Fabio Fognini is always an entertaining player, with a nice array of skills and style, and an opera’s worth of melodramatic emotions. He’s up, he’s down, he’s happy, he’s sad, he’s lying flat on his back on the court, he’s shouting at the sky. Whatever roller coaster of feelings he’s experiencing, he takes the opponent, umpire, linespeople, ballkids, and spectators along for the ride. So if you decide to tune in for, or better yet, show up for a Fognini match, fasten your seatbelt. No, really. One of those harness types they use in race cars would be best.
Fabio is one of those guys that is known for being something of an underachiever, a guy with mad skills who never capitalized on them, who never took the game seriously enough. Recently he appears to have been finding his focus a bit more, and what’s interesting about watching him play is the two distinct modes he switches in and out of.
During a point, Fabio is all business. He hits a lot of incredible shots, takes risks, and runs balls down. He twists and turns his body in all sorts of contortions to make the angles, and despite some unconventional moves, he has overall a very passionate elegance to his game.
However earnest, fierce, and energetic he might be during a point, as soon as the point is over he downshifts immediately. His limbs relax into a sultry, laid-back, slow-as-molasses stroll that gets him to the other side of the court at a speed best measured by calender rather than clock.
He’s sort of the “id” of Federer, with a wilder version of the Maestro’s precise elegance and a more Bacchanalian version of Rog’s languorous between-points swagger.
Then there is “teh dramaz.” It is not unusual for Fabio to have a word or two with the officials about line calls. At Cincy, particularly during qualification rounds, line-calling can be dismal. Often there is only one person behind the baseline on either side, so they must peer through the net to call the second half of each sideline. The outer courts and qualies are also where less-experienced, and less-focused linespeople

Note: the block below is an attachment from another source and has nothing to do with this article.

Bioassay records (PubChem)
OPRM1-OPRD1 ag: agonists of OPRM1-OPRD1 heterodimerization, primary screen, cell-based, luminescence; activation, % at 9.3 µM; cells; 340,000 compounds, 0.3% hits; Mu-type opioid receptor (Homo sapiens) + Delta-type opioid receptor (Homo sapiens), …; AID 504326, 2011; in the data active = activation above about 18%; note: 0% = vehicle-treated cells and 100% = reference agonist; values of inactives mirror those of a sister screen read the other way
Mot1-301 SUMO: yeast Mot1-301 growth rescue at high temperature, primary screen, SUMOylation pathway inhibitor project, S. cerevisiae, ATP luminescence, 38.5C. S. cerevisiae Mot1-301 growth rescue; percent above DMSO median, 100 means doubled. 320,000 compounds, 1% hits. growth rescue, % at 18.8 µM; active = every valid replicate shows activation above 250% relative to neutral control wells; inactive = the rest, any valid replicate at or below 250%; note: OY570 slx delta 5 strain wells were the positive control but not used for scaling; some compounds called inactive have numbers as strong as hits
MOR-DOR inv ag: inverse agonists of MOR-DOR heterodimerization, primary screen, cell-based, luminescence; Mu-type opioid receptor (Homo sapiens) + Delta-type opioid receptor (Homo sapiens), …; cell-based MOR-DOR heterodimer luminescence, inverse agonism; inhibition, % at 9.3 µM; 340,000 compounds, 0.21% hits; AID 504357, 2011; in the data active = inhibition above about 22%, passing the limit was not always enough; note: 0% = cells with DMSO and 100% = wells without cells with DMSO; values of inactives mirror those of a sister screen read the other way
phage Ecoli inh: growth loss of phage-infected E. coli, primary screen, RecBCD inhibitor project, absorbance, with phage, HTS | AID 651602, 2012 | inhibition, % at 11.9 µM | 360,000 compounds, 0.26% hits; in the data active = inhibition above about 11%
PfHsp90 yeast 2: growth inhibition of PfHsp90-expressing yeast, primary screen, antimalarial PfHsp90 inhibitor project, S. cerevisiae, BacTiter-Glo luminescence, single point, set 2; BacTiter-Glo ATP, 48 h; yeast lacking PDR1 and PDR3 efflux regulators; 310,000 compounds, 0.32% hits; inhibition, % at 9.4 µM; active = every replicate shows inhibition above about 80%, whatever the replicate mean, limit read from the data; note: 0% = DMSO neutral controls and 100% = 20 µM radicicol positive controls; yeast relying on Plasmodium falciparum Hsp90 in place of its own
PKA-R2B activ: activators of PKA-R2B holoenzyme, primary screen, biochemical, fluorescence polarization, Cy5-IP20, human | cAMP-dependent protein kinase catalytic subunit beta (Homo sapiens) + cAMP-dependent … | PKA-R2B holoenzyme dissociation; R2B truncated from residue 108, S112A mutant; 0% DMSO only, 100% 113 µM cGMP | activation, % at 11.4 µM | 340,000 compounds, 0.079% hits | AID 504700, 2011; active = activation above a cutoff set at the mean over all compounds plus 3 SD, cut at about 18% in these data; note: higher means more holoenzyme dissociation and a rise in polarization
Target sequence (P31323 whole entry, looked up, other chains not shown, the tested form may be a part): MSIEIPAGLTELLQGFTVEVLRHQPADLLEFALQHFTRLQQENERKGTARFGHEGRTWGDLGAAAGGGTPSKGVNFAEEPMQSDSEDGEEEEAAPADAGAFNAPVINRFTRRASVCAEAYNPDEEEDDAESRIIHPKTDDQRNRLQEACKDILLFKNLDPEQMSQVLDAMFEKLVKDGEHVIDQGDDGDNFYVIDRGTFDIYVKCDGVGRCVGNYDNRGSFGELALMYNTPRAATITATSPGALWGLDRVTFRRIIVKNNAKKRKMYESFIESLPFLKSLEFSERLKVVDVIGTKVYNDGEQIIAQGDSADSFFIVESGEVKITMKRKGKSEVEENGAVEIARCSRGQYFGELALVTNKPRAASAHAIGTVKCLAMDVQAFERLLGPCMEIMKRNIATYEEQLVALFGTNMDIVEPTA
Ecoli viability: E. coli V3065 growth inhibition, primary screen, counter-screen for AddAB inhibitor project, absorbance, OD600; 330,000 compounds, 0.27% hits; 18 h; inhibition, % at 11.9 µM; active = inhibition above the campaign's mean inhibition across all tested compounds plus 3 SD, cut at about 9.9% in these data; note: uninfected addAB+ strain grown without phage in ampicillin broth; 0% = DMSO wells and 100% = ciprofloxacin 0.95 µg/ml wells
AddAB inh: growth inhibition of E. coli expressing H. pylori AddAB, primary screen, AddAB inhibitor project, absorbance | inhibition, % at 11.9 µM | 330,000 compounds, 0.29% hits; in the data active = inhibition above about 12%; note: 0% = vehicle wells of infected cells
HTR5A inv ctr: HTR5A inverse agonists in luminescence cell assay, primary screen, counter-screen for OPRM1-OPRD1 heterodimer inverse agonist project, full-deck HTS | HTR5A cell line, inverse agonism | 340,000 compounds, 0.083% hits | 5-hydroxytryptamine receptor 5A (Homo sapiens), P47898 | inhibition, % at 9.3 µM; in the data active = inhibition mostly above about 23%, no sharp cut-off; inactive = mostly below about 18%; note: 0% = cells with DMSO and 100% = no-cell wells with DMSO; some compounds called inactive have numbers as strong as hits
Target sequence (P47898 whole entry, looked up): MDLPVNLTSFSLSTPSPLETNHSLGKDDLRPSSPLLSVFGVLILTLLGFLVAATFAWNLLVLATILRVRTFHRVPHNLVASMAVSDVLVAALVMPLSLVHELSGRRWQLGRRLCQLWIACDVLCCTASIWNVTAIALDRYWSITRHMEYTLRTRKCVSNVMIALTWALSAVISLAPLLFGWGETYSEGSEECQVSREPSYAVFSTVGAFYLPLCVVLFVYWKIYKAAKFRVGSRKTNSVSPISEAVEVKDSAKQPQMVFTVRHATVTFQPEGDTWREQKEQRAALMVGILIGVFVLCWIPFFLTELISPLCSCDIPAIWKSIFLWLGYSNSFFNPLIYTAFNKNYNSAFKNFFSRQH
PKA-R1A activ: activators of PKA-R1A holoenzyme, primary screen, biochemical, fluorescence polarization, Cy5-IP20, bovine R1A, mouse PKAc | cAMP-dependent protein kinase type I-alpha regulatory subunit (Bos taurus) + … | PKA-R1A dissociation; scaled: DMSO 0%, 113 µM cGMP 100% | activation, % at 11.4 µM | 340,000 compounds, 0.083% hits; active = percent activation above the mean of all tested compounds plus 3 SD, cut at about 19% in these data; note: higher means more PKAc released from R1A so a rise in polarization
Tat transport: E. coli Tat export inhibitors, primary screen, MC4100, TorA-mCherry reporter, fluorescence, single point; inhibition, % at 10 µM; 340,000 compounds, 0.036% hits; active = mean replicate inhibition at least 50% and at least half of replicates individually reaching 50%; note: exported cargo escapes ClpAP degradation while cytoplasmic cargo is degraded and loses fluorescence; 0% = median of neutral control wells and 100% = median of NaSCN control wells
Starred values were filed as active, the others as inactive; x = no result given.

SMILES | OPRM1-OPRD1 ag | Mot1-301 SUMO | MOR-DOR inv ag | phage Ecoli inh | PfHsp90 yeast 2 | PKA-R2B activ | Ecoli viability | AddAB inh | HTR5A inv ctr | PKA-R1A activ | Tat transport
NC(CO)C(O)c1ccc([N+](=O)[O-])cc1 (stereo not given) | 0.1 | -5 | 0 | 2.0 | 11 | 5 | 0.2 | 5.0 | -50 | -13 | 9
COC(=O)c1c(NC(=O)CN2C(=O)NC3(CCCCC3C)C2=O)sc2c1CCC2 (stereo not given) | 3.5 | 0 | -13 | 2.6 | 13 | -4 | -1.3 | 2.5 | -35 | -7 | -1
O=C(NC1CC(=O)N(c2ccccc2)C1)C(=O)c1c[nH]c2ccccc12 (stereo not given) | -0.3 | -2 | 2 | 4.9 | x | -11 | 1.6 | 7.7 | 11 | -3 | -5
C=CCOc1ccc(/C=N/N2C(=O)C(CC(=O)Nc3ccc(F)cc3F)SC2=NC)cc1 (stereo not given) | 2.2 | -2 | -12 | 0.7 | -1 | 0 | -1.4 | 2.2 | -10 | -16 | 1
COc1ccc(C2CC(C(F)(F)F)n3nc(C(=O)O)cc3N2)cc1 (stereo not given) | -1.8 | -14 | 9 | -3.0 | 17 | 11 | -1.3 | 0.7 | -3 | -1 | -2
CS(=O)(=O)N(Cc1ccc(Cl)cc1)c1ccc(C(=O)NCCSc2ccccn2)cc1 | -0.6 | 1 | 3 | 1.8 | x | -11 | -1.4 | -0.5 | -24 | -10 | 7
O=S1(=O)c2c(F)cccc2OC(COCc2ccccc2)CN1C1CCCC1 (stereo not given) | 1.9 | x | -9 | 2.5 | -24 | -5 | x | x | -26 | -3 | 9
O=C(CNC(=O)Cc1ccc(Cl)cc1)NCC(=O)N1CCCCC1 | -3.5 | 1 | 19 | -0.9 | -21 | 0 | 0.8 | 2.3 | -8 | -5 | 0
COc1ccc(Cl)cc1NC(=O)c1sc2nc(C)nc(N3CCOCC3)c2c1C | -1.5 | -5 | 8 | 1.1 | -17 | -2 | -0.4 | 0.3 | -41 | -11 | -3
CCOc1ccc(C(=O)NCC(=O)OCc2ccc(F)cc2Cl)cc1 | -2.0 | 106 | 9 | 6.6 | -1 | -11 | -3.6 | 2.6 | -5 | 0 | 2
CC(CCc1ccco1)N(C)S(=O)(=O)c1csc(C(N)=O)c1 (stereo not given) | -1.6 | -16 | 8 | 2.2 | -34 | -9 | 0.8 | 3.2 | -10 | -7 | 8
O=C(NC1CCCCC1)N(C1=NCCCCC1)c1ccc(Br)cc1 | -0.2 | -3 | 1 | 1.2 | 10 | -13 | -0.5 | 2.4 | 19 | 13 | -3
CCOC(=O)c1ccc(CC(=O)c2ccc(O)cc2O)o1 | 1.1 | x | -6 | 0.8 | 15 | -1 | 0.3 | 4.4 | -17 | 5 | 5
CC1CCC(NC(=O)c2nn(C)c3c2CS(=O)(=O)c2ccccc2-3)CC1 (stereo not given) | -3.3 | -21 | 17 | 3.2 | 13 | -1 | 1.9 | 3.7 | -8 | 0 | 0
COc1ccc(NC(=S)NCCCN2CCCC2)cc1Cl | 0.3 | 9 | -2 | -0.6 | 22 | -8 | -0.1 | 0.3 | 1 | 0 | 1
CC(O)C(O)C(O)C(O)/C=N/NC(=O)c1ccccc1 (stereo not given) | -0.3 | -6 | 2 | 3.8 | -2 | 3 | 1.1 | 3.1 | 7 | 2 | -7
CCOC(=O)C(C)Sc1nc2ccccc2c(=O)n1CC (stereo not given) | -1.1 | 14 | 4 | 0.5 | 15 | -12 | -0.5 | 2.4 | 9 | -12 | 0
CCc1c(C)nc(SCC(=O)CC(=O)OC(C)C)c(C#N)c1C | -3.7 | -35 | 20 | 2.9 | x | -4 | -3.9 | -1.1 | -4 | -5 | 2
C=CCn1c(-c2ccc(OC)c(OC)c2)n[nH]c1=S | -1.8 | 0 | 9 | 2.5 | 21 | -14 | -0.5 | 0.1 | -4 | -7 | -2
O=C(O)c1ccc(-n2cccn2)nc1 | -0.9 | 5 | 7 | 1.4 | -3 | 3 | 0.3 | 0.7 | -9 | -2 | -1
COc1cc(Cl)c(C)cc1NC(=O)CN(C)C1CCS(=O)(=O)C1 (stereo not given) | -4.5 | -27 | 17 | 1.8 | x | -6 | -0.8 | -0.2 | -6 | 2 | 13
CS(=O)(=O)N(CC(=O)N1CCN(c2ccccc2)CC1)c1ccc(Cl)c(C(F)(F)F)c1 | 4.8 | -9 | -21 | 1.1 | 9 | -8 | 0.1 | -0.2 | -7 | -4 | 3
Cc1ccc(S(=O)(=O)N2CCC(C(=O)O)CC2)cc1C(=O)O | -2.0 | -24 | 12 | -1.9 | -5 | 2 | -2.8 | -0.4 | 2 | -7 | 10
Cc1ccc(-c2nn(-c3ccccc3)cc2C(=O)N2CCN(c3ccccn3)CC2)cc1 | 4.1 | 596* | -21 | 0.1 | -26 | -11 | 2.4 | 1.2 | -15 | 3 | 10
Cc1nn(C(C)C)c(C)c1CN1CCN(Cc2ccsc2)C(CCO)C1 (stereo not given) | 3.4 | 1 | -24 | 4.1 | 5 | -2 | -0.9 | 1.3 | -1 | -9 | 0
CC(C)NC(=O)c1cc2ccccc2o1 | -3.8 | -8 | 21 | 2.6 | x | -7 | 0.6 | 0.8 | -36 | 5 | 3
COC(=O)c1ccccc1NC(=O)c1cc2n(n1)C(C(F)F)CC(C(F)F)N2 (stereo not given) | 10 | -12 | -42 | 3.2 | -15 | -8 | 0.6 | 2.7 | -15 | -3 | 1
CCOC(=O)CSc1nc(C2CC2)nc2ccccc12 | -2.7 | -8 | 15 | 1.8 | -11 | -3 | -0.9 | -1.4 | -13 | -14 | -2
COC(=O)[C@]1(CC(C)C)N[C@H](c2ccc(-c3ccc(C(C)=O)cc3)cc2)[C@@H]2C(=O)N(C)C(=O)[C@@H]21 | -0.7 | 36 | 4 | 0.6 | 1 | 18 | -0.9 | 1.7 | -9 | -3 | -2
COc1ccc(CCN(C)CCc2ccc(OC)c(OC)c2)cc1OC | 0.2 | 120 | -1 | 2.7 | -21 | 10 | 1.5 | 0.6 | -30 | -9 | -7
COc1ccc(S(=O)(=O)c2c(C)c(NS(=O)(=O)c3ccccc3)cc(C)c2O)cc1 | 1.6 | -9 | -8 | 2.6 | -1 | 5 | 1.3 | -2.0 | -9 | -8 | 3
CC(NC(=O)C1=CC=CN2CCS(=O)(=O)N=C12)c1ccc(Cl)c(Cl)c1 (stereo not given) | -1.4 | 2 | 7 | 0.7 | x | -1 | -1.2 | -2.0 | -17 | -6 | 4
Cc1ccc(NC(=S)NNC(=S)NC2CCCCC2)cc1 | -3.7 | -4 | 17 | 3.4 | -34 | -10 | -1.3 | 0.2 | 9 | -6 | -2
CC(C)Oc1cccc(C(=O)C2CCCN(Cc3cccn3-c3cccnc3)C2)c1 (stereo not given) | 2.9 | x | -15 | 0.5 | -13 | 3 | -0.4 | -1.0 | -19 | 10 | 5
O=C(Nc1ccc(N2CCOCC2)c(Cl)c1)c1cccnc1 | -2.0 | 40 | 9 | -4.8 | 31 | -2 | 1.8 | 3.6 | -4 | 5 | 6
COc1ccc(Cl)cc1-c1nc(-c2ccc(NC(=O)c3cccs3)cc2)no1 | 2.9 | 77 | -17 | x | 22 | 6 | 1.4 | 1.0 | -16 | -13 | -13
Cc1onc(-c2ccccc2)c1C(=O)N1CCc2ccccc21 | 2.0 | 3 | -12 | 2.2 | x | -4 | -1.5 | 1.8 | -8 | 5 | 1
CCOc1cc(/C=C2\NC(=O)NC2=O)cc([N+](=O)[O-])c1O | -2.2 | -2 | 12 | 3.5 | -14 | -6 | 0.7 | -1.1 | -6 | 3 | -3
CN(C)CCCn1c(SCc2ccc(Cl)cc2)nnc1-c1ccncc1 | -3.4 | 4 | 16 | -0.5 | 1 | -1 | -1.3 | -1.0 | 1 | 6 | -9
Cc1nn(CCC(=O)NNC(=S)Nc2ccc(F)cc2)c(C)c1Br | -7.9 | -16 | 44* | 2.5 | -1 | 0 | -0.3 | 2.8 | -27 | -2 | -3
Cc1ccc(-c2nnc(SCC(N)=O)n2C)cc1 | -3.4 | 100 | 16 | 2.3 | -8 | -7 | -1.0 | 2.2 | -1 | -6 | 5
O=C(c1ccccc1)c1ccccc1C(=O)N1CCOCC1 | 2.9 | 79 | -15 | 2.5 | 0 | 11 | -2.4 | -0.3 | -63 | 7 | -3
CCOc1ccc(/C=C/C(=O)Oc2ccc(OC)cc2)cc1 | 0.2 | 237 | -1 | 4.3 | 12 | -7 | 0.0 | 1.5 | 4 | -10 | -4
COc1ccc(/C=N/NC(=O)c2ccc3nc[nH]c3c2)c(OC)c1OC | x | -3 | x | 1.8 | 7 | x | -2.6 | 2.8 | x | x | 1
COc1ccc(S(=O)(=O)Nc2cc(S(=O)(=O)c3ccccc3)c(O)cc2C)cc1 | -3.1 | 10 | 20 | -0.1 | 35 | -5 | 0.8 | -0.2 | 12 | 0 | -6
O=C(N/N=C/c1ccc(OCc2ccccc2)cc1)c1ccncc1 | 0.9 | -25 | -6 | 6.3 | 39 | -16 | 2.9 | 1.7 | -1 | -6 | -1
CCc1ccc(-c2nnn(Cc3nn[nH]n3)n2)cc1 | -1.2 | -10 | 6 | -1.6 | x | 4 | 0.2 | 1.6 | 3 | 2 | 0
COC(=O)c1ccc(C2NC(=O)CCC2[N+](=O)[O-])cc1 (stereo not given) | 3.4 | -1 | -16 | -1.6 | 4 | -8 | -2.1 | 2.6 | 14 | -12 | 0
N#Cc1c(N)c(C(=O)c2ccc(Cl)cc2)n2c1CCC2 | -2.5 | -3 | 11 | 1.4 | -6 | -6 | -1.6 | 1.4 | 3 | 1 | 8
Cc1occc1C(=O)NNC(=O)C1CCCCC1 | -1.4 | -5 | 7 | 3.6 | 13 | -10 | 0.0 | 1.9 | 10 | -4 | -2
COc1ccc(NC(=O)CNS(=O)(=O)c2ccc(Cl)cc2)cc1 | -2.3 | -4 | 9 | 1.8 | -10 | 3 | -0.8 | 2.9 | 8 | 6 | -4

go to take a nap are placed.
So it was not without reason that the expressive Italian complained about calls during the match, holding things up until he’d had the time to fully express all of his wounded honor.
First, there was the appeal to the umpire for an overrule…
When words won’t suffice, Fabio helpfully points out the mark on the court where the clearly out ball landed…
But…no joy. The call stands.
This isn’t the last of the complaint though. On the changeover, it is time for Fabio to express his disagreement with the call
and question the legitimacy of the umpire’s birth.
Fabio calms himself by talking to the court for awhile.
Then his racquet. Later he wanders into the corner, staring at the wall for a full minute in what must be a self-imposed Time Out.
On the match went, but until the very last point, Fabio still felt the same way about the line-calling:
PHOTOS: c2012 Valerie David at TennisInsideOut.com. Fabio Fognini during qualifying match against Vasek Pospisil, Cincinnati Open.